This runs the given future on the runtime, blocking until it is complete, waiting for background futures to complete, and yielding its resolved result. Any tasks or timers which the future spawns internally will be executed on the runtime and waited for completion.

This method should not be called from an asynchronous context.

Panics

This function panics if the executor is at capacity, if the provided future panics, or if called within an asynchronous execution context.

Signals the runtime to shutdown once it becomes idle.

Returns a future that completes once the shutdown operation has completed.

This function can be used to perform a graceful shutdown of the runtime.

The runtime enters an idle state once all of the following occur.

  • The thread pool has no tasks to execute, i.e., all tasks that were spawned have completed.
  • The reactor is not managing any I/O resources.

See module level documentation for more details.

Examples

use tokio::runtime::Runtime;
use tokio::prelude::*;

let rt = Runtime::new()
    .unwrap();

// Use the runtime...

// Shutdown the runtime
rt.shutdown_on_idle()
    .wait().unwrap();

Signals the runtime to shutdown immediately.

Returns a future that completes once the shutdown operation has completed.

This function will forcibly shutdown the runtime, causing any in-progress work to become canceled. The shutdown steps are:

  • Drain any scheduled work queues.
  • Drop any futures that have not yet completed.
  • Drop the reactor.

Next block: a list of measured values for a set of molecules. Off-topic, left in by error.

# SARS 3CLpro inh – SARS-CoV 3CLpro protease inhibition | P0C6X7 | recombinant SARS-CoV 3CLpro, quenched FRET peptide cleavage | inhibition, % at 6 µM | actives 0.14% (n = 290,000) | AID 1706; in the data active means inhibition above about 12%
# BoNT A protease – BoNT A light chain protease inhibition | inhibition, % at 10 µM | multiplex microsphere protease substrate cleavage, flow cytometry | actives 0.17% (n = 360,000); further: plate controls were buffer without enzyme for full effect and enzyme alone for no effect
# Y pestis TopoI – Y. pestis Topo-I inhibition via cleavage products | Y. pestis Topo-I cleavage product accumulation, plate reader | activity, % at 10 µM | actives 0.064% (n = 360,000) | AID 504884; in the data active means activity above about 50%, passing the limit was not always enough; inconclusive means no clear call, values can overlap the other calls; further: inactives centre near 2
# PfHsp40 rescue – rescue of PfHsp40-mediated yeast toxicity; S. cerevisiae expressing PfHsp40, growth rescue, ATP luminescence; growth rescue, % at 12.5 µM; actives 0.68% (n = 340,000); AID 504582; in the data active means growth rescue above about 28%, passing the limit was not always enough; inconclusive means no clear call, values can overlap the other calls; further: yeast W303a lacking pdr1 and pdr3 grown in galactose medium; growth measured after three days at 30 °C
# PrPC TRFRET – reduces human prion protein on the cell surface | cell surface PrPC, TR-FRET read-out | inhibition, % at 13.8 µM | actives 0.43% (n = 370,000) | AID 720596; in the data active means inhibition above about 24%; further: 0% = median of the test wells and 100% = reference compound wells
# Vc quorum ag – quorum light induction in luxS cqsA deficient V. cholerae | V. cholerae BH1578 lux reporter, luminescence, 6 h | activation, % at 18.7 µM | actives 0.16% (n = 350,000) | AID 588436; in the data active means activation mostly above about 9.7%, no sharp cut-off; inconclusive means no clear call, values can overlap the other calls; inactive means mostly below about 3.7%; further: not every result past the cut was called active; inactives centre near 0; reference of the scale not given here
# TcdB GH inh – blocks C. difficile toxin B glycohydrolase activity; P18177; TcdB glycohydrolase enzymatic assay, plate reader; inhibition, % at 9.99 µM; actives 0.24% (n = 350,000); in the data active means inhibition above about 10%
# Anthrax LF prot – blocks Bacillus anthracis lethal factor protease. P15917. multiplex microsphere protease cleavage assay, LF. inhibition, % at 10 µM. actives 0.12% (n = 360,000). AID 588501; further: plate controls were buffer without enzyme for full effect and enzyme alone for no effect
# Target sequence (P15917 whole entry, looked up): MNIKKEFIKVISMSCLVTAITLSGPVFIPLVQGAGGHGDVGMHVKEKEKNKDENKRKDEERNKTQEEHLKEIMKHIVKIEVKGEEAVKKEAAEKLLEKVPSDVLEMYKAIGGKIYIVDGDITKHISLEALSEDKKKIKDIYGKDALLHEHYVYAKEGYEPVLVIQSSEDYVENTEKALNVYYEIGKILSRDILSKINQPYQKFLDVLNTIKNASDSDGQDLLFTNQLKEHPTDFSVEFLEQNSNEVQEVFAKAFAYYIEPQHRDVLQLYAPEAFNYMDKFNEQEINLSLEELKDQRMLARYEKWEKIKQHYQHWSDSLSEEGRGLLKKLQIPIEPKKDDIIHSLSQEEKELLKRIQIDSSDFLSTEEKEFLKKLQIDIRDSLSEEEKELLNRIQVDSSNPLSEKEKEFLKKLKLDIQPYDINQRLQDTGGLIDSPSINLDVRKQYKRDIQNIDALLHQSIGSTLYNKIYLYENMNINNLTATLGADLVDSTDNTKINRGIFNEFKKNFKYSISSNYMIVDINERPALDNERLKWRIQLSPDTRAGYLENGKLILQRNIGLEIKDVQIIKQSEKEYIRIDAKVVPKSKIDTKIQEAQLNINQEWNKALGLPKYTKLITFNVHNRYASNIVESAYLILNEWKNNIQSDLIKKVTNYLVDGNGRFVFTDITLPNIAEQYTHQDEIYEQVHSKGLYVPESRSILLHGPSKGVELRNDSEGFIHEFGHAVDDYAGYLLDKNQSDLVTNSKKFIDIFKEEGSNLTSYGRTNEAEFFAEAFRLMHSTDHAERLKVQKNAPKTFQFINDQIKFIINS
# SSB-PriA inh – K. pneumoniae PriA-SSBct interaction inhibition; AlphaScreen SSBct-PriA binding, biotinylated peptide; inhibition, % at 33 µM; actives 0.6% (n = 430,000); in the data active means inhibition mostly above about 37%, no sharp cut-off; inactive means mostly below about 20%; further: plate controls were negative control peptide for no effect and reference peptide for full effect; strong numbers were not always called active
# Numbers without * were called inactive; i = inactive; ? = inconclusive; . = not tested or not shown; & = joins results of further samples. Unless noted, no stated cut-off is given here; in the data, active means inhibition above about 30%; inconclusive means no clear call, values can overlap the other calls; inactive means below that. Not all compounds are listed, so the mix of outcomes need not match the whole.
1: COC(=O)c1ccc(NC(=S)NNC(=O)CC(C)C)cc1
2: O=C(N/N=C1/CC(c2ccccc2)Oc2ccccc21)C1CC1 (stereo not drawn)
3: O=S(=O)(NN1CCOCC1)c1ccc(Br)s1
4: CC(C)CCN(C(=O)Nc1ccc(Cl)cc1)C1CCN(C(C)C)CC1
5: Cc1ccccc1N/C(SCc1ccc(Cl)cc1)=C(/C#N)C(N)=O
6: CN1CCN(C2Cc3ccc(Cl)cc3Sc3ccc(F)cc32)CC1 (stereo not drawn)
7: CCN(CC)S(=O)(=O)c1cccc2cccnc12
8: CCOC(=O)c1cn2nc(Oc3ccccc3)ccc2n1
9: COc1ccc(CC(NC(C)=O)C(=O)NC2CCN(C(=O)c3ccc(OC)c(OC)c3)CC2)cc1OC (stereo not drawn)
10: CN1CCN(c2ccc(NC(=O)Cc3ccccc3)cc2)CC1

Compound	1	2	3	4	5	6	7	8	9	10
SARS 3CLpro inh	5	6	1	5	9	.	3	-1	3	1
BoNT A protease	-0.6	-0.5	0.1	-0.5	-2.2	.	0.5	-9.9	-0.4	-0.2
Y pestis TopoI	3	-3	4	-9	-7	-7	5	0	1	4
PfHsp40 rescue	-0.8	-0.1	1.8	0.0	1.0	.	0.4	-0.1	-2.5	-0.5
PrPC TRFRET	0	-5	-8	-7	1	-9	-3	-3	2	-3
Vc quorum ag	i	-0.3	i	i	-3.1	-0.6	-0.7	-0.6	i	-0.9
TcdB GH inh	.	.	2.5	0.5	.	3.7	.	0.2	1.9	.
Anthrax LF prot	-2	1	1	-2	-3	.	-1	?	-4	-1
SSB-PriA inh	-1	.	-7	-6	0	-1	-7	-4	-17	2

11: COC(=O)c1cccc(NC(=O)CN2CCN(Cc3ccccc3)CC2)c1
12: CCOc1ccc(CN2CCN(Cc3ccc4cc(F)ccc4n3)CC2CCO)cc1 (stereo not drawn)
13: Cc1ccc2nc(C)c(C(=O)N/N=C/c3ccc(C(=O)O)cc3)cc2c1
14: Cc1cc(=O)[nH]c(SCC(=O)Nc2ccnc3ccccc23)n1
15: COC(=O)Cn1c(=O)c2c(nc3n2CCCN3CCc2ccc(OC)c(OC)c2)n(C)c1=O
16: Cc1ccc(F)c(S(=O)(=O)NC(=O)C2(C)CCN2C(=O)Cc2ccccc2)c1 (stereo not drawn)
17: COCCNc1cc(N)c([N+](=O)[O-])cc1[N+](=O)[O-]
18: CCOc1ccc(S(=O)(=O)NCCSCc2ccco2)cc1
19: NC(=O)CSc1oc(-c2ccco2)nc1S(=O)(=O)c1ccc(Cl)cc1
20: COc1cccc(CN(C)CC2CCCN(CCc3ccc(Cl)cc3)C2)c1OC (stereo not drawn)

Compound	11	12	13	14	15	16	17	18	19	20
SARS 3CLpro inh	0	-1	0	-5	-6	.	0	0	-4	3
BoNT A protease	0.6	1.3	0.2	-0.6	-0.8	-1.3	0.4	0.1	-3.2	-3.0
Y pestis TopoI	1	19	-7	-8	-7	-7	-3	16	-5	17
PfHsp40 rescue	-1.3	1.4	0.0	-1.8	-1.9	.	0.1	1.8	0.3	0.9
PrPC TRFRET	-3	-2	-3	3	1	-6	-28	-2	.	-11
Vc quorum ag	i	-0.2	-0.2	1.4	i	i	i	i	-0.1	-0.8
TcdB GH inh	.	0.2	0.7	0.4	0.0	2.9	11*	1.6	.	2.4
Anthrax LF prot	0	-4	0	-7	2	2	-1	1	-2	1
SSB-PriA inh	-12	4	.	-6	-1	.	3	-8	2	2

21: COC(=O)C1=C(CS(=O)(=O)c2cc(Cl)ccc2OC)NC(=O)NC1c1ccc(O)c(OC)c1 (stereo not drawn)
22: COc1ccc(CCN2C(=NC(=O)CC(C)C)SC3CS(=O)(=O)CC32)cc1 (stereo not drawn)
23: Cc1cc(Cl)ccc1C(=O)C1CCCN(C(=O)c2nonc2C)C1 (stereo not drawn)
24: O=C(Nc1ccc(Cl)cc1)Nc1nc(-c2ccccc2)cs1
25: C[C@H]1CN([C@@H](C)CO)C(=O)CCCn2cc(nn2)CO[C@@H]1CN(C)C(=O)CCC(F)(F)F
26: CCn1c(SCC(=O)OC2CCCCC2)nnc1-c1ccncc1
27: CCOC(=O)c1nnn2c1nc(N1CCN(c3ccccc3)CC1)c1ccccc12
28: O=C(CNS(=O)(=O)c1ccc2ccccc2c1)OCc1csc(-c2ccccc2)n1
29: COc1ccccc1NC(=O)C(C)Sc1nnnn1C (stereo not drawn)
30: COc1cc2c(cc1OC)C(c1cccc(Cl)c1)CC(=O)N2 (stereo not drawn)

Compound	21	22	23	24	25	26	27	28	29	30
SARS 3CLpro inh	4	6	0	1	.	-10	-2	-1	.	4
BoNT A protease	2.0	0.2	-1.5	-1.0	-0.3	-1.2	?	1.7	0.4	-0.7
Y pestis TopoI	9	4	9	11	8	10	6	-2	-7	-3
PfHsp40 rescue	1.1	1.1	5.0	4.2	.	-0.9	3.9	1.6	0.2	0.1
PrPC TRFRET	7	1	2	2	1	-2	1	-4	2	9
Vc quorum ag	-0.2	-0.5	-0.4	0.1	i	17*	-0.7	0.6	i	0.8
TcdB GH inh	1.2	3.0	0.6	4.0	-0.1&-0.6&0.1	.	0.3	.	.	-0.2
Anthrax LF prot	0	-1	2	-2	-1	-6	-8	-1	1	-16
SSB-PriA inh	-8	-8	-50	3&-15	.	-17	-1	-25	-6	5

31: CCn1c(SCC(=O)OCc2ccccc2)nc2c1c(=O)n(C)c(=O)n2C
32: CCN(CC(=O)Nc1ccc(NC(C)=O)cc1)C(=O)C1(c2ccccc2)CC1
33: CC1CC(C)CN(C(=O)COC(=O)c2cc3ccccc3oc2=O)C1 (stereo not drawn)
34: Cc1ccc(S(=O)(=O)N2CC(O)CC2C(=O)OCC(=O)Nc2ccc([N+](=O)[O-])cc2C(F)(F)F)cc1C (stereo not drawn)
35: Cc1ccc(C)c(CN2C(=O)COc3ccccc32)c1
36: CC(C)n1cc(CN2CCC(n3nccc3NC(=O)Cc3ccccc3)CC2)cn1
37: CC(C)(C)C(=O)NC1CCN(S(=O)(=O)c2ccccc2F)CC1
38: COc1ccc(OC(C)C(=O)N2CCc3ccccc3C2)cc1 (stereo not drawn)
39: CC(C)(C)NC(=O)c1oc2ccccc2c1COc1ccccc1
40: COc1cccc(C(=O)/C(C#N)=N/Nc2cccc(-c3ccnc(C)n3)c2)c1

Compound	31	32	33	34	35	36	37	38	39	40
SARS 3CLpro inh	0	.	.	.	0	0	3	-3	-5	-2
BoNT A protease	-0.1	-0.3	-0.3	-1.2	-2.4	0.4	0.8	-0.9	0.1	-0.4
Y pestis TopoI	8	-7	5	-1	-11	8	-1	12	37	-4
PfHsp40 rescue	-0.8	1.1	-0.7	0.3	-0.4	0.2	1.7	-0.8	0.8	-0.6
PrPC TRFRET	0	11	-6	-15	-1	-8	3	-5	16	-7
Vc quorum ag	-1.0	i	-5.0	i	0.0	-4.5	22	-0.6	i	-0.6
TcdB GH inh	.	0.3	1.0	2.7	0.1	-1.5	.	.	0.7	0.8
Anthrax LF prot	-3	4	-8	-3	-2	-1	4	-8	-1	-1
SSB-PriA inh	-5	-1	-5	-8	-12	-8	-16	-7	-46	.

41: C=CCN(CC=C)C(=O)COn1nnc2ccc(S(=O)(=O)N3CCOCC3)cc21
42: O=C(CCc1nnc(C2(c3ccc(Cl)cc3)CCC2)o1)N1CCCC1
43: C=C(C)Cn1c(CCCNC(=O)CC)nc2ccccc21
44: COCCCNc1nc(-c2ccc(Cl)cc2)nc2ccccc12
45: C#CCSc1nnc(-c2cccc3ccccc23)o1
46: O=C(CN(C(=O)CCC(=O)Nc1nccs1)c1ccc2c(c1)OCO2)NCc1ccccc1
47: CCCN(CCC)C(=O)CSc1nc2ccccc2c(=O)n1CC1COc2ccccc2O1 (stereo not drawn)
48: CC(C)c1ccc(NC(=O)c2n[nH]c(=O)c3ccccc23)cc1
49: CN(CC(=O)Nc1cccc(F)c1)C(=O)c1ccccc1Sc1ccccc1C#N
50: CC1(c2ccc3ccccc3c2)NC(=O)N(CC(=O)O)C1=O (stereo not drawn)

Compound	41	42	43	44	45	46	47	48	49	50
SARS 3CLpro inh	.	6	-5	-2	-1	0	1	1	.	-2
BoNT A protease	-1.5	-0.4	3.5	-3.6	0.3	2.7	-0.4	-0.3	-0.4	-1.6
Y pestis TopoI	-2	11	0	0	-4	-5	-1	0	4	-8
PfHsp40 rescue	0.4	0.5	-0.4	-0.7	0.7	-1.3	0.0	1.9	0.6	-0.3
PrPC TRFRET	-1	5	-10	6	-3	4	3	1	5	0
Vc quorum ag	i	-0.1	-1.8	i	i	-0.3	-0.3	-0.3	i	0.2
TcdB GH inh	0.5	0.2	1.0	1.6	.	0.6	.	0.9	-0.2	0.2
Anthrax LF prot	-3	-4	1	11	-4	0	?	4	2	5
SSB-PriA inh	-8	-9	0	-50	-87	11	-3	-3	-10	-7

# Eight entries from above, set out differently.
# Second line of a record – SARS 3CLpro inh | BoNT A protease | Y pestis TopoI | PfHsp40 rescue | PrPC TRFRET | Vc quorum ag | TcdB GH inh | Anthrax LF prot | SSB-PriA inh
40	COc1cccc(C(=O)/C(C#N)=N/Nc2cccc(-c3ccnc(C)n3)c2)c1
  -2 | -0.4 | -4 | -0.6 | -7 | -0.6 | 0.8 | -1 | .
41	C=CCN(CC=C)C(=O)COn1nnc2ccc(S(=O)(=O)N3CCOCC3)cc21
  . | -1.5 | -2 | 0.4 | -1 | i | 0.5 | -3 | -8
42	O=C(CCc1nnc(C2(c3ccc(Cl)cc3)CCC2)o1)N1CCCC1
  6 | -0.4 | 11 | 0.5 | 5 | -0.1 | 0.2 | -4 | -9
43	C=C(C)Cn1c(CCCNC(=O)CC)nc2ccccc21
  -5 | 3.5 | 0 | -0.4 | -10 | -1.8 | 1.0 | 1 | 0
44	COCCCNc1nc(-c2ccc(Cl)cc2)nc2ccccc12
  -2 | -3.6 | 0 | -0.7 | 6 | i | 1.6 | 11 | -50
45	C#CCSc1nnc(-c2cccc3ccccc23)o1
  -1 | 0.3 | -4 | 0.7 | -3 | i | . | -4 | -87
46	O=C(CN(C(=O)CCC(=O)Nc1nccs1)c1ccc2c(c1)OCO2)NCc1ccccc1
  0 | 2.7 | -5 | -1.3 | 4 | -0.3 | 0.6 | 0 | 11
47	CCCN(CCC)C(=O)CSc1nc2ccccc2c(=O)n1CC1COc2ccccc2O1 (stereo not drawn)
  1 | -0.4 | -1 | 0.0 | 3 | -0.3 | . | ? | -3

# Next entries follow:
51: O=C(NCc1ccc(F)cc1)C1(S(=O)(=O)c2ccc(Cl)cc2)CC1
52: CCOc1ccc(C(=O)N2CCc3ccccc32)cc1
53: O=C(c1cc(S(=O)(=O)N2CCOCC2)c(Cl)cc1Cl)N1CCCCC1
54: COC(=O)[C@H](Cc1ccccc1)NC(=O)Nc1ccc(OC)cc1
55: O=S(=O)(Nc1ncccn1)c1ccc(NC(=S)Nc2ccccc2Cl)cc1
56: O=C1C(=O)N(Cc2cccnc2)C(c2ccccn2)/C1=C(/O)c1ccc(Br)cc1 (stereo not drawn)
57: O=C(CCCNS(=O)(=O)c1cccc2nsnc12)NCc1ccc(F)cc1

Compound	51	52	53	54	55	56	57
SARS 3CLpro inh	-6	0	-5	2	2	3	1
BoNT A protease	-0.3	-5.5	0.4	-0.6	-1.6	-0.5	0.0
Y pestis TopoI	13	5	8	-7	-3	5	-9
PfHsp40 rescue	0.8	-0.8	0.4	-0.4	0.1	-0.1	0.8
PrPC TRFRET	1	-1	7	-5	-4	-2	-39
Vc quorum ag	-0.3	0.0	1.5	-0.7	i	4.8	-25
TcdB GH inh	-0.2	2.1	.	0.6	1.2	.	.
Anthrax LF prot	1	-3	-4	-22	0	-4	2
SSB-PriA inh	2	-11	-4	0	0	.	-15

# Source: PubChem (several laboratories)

Once the reactor has dropped, any outstanding I/O resources bound to that reactor will no longer function. Calling any method on them will result in an error.

See module level documentation for more details.

Examples

use tokio::runtime::Runtime;
use tokio::prelude::*;

let rt = Runtime::new()
    .unwrap();

// Use the runtime...

// Shutdown the runtime
rt.shutdown_now()
    .wait().unwrap();

Trait Implementations

impl Drop for Runtime
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impl Debug for Runtime
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Auto Trait Implementations

impl Send for Runtime

impl Sync for Runtime

Blanket Implementations

impl<T> From for T
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impl<T, U> Into for T where
    U: From<T>, 
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impl<T, U> TryFrom for T where
    T: From<U>, 
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🔬 This is a nightly-only experimental API. (try_from)

The type returned in the event of a conversion error.

impl<T> Borrow for T where
    T: ?Sized
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impl<T> BorrowMut for T where
    T: ?Sized
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impl<T, U> TryInto for T where
    U: TryFrom<T>, 
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🔬 This is a nightly-only experimental API. (try_from)

The type returned in the event of a conversion error.

impl<T> Any for T where
    T: 'static + ?Sized
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impl<T> Erased for T